Tuesday, March 22, 2011

"For God alone my soul in silence waits..."

Tuesday, March 22, 2011 -- Week of 2 Lent, Year One
Thomas Cranmer, Archbishop of Canterbury and Martyr, 1556
To read about our daily commemorations, go to our Holy Women, Holy Men blog:
http://liturgyandmusic.wordpress.com/category/holy-women-holy-men/

Today's Readings for the Daily Office
(Book of Common Prayer, p. 952)
Psalms 61, 62  (morning)        68:1-20(21-23)24-36 (evening)
Jeremiah 2:1-13
Romans 1:16-25
John 4:43-54

The psalms open today with cries of intention to trust in God as our foundation and refuge.  Though times are hard -- problems and conflicts may assail us -- God is our rock and salvation.  "Hear my cry, O God, and listen to my prayer.  I call upon you from the ends of the earth with heaviness in my heart; set me upon the rock that is higher than I."  "For God alone my soul in silence waits; from God comes my salvation.  God alone is my rock and my salvation, my stronghold, so that I shall not be greatly shaken.  ...For God alone my soul in silence waits; truly, there is my hope."

The psalmist tells himself not to be distracted by the powerful or the deceitful.  He looks at those who are dishonest, and yet they seem to thrive.  "Though wealth increase, set not your heart upon it."  He reminds himself to be anchored in God and God's will.  "Put your trust in God always, O people; pour out your hearts before the one who is our refuge."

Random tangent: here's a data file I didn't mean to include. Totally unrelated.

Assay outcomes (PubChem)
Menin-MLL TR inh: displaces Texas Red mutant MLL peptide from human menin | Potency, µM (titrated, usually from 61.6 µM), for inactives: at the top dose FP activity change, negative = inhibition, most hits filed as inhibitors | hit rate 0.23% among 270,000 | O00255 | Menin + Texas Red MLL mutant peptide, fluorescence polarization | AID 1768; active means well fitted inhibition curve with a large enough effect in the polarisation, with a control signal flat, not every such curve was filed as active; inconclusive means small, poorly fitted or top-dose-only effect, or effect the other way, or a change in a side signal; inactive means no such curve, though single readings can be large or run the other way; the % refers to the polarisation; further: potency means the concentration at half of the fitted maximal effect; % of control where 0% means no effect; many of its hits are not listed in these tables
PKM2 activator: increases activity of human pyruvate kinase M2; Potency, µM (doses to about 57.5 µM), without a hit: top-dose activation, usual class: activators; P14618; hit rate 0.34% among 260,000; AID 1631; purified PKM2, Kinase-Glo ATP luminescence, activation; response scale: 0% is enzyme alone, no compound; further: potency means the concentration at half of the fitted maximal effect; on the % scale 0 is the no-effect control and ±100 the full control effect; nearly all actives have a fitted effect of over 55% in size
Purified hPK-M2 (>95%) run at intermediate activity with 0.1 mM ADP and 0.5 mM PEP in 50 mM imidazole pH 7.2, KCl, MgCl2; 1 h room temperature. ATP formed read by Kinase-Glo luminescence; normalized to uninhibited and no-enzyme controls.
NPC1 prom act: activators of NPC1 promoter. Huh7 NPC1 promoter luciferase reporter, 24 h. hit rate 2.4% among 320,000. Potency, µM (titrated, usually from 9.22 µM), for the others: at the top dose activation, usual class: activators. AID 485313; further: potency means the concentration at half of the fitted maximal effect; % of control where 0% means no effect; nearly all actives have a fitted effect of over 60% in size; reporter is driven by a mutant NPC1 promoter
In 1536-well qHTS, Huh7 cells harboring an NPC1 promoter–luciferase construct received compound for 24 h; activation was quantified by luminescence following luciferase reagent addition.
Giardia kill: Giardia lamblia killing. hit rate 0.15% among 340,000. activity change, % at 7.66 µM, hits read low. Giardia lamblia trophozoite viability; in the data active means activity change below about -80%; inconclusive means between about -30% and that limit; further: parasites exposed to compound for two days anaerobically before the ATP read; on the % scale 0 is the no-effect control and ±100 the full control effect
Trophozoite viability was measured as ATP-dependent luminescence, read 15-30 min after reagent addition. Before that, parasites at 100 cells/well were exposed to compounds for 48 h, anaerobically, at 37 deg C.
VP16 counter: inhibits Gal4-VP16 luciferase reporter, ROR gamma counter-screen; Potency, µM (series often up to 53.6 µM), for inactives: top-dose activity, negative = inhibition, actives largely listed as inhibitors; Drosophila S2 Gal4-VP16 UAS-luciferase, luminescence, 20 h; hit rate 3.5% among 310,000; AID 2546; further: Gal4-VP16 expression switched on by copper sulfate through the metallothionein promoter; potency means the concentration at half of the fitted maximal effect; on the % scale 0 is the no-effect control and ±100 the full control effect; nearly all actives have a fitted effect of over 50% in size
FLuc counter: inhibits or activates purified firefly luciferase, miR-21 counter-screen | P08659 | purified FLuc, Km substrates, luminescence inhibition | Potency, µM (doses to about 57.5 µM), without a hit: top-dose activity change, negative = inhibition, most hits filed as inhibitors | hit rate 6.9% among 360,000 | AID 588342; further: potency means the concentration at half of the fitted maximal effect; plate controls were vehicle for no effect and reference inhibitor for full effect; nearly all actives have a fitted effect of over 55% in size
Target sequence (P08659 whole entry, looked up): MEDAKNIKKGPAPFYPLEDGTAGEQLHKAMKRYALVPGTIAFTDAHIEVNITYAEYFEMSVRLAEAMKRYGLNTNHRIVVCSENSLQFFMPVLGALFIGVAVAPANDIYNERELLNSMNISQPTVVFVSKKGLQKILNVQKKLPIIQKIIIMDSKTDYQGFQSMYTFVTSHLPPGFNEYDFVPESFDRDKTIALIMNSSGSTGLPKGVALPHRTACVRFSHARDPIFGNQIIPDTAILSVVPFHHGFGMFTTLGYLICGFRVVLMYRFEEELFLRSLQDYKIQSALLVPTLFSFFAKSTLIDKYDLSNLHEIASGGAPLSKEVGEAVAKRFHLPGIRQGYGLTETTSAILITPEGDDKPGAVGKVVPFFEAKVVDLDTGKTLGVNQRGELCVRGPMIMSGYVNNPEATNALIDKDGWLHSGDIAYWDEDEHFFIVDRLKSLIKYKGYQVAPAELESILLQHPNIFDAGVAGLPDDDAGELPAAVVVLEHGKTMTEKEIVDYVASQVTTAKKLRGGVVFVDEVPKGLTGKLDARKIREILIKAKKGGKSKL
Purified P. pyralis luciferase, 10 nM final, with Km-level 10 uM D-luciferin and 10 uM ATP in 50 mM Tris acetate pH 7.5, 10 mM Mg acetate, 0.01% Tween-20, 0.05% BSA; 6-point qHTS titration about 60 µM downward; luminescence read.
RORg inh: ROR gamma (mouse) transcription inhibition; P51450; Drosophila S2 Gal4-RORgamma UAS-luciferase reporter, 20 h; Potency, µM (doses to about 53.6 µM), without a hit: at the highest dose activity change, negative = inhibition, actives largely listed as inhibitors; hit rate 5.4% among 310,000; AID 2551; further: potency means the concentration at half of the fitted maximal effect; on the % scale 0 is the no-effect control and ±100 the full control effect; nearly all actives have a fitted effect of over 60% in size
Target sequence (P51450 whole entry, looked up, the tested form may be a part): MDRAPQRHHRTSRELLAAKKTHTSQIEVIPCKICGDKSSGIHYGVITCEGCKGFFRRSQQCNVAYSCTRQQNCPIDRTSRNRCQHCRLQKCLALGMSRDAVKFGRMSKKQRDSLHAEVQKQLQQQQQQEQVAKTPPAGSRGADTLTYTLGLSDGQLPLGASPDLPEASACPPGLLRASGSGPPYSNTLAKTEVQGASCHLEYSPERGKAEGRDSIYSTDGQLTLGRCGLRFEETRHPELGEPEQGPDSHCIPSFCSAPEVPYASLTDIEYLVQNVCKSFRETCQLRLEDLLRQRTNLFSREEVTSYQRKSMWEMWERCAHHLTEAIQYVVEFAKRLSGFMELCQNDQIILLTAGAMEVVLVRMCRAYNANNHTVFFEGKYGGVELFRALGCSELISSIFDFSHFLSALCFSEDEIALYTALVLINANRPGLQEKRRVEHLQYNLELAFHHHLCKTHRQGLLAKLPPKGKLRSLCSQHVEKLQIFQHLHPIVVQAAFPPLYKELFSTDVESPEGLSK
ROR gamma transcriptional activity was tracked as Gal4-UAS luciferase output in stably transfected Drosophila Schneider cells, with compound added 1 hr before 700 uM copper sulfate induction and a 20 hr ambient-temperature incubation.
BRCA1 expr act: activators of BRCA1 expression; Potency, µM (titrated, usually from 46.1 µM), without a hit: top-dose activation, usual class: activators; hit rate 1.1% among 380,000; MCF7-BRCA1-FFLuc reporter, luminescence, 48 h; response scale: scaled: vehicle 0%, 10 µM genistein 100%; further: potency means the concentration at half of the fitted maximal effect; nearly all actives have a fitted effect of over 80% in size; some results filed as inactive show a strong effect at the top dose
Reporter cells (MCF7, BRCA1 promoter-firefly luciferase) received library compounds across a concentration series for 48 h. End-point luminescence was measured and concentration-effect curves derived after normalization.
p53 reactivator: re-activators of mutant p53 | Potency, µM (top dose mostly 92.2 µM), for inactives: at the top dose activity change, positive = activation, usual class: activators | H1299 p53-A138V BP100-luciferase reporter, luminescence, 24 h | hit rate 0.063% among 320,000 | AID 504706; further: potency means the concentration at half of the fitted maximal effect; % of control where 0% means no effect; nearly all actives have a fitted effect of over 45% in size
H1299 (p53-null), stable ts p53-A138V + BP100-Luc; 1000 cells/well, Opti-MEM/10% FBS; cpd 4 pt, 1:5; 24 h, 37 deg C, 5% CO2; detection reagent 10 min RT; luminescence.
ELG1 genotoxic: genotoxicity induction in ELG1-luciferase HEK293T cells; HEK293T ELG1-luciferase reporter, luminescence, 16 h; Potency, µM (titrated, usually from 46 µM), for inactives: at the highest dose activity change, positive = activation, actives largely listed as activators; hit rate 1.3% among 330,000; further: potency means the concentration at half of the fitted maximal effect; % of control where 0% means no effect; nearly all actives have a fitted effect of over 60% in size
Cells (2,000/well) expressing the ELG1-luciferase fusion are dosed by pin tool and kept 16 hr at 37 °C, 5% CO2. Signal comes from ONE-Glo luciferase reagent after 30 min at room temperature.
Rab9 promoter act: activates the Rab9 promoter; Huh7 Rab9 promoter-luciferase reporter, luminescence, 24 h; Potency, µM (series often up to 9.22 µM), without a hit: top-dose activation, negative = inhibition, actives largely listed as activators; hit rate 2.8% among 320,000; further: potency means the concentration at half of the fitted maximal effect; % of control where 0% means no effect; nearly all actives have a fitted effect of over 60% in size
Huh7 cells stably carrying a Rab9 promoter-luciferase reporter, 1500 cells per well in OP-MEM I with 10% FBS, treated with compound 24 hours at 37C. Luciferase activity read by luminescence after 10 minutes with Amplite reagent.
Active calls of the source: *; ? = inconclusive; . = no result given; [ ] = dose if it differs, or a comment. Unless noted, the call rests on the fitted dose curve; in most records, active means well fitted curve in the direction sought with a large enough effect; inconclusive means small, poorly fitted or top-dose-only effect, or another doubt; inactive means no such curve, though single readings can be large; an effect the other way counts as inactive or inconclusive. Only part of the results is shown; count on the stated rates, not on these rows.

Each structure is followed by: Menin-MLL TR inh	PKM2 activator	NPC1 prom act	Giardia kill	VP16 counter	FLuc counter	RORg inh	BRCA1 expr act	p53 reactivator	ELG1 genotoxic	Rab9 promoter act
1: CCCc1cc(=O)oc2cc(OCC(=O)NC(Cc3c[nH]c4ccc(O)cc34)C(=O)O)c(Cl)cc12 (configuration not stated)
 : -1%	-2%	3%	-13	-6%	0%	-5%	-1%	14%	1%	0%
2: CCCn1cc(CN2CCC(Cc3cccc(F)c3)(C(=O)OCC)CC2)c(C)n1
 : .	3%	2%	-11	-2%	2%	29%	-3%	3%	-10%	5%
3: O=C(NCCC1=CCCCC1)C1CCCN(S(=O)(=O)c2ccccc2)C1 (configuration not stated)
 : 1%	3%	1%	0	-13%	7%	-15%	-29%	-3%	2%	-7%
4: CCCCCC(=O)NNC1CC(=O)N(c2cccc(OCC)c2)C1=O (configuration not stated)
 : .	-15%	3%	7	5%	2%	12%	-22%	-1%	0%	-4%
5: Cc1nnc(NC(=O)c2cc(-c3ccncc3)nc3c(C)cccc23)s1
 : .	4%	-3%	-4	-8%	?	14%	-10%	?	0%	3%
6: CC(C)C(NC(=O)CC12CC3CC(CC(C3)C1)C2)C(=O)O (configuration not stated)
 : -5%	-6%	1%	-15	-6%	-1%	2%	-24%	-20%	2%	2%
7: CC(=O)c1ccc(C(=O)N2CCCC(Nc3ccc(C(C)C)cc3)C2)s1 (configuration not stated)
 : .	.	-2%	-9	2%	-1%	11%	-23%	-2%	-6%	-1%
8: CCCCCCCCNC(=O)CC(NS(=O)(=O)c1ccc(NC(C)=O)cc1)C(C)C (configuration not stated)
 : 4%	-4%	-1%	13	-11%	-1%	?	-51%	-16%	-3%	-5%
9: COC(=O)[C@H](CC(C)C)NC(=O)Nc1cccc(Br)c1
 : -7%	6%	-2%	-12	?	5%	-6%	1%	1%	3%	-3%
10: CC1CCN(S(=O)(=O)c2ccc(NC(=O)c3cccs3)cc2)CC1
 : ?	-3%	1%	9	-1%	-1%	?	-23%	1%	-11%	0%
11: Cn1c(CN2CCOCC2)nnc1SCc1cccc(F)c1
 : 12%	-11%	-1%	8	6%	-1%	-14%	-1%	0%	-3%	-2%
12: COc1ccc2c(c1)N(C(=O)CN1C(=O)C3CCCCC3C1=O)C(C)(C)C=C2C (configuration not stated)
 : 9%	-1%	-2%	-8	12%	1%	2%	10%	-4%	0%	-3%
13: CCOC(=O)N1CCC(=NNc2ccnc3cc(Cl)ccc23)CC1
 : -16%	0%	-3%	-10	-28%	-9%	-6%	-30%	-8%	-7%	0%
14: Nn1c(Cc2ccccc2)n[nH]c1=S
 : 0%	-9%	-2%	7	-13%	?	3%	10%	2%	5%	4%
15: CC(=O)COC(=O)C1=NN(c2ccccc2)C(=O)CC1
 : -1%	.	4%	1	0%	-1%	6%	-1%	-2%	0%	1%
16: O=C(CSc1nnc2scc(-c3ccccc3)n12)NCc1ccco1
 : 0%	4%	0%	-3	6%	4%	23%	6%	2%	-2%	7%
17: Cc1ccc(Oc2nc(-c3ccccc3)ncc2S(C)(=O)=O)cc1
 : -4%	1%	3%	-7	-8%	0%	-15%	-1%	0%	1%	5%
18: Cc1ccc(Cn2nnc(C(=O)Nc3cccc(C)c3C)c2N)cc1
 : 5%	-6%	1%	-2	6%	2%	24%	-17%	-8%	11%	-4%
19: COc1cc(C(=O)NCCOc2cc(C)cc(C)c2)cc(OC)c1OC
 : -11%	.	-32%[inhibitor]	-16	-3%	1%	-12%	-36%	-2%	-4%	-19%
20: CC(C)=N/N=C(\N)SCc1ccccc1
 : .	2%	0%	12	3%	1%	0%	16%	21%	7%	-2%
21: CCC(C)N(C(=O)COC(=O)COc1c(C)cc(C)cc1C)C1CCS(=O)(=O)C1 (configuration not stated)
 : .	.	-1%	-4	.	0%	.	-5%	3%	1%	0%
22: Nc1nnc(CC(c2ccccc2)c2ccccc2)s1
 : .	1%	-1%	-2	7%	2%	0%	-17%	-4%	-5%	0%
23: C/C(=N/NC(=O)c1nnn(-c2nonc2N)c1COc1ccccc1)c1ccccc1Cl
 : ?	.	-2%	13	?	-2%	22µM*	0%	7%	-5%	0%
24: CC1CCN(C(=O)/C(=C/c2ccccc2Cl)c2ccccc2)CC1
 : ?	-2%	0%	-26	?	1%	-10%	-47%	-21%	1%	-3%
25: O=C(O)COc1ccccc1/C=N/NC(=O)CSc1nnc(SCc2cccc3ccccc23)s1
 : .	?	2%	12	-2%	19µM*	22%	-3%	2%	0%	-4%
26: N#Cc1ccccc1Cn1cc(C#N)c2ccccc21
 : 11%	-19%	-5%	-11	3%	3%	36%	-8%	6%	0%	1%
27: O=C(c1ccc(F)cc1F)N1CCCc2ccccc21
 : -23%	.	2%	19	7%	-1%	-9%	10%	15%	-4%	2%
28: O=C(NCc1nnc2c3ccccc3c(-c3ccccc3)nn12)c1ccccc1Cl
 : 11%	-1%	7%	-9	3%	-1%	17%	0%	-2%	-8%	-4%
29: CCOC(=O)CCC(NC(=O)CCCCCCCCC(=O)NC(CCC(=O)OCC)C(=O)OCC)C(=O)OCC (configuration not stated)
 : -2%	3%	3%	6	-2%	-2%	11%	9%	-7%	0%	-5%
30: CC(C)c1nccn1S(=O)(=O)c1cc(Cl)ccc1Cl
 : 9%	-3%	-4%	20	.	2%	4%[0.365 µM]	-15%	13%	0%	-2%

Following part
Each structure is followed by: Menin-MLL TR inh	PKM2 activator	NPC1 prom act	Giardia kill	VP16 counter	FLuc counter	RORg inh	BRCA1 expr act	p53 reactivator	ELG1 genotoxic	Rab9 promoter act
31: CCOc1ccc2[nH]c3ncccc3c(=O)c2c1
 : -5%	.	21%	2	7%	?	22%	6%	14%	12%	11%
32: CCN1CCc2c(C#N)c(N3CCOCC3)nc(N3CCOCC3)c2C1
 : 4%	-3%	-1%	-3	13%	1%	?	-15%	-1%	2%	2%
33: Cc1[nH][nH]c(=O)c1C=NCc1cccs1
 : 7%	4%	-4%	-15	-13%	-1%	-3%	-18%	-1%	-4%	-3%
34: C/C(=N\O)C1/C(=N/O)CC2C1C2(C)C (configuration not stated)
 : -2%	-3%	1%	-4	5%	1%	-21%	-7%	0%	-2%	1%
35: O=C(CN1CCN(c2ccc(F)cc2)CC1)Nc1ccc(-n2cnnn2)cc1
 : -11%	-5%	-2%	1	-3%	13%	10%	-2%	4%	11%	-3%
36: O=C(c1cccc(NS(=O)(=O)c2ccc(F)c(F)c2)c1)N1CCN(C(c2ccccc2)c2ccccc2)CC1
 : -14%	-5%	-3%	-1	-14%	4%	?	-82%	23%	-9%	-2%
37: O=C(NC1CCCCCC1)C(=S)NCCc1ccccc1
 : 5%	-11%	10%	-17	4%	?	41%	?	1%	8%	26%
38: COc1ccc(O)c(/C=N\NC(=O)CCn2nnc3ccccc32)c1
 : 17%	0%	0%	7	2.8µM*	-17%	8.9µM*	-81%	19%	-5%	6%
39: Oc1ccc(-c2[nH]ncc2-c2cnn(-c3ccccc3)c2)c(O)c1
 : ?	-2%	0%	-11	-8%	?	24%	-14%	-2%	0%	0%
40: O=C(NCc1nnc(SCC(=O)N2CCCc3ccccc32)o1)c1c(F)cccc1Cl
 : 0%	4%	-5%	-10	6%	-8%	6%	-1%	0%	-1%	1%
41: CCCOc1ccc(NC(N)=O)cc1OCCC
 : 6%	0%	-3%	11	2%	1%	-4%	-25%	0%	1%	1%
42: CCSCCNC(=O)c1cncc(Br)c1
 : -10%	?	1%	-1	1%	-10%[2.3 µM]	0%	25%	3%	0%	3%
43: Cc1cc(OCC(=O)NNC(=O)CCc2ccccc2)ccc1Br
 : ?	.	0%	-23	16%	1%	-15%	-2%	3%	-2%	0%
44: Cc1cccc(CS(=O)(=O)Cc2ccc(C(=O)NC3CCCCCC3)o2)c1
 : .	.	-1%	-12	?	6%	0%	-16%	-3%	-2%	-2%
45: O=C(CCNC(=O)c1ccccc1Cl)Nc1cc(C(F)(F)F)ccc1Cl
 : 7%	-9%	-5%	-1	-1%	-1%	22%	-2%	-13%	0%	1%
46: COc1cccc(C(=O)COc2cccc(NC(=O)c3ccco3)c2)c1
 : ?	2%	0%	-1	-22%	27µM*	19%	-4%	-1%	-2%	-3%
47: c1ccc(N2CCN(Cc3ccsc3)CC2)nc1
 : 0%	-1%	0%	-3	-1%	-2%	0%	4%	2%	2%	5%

There is a power that comes to us quietly when we let our soul sit in silence and wait upon God.  Our world tells us that we are responsible for fixing things.  If there is something that isn't working to your satisfaction, work on it.  Fix it, we are taught.  And if it continues to be troublesome, it just means you aren't trying hard enough, we think.  So we work and fix frantically, and things remain troubled and fouled up. 

Sometimes we take this cultural message and apply it to ourselves.  If you aren't perfect in every way, fix yourself.  If you aren't working to your satisfaction, try harder.  Self-help industries abound to tell us how we can lose more weight, get control of our lives, be successful and then we'll be happy.  What percentage of advertising tries to sell us something with the promise that it will make us happy either by fixing us or distracting us?

And those among us who have children sometimes project this cultural message on them, the little mysteries.  We think that parents are supposed to fix their children, instead of simply loving and nurturing them. 

All of these are ego driven projects.  Fixing.  Improving.  Competing.  If things aren't just right, it's your responsibility.  Do something!

"Hear my cry, O God, and listen to my prayer.  I call upon you from the ends of the earth with heaviness in my heart; set me upon the rock that is higher than I."  "For God alone my soul in silence waits; from God comes my salvation.  God alone is my rock and my salvation, my stronghold, so that I shall not be greatly shaken.  ...For God alone my soul in silence waits; truly, there is my hope."

The other readings today seem to confirm the psalmist's prayer. 

Jeremiah asks the people why they have lost their earlier love and devotion.  When Israel lived in the wilderness, they trusted God.  Now that they are comfortable and relatively secure, they look to their own means, their own power and wealth, for their own selfish purposes. 

Paul addresses the Gentiles to remind them that everything is based on faith, on active trust in God who loves us and give us righteousness as a gift.  Paul says that everyone can know the goodness and generosity of God simply by looking at the earth, at creation.  But we look to ourselves, to the creature and the creations of our hands instead.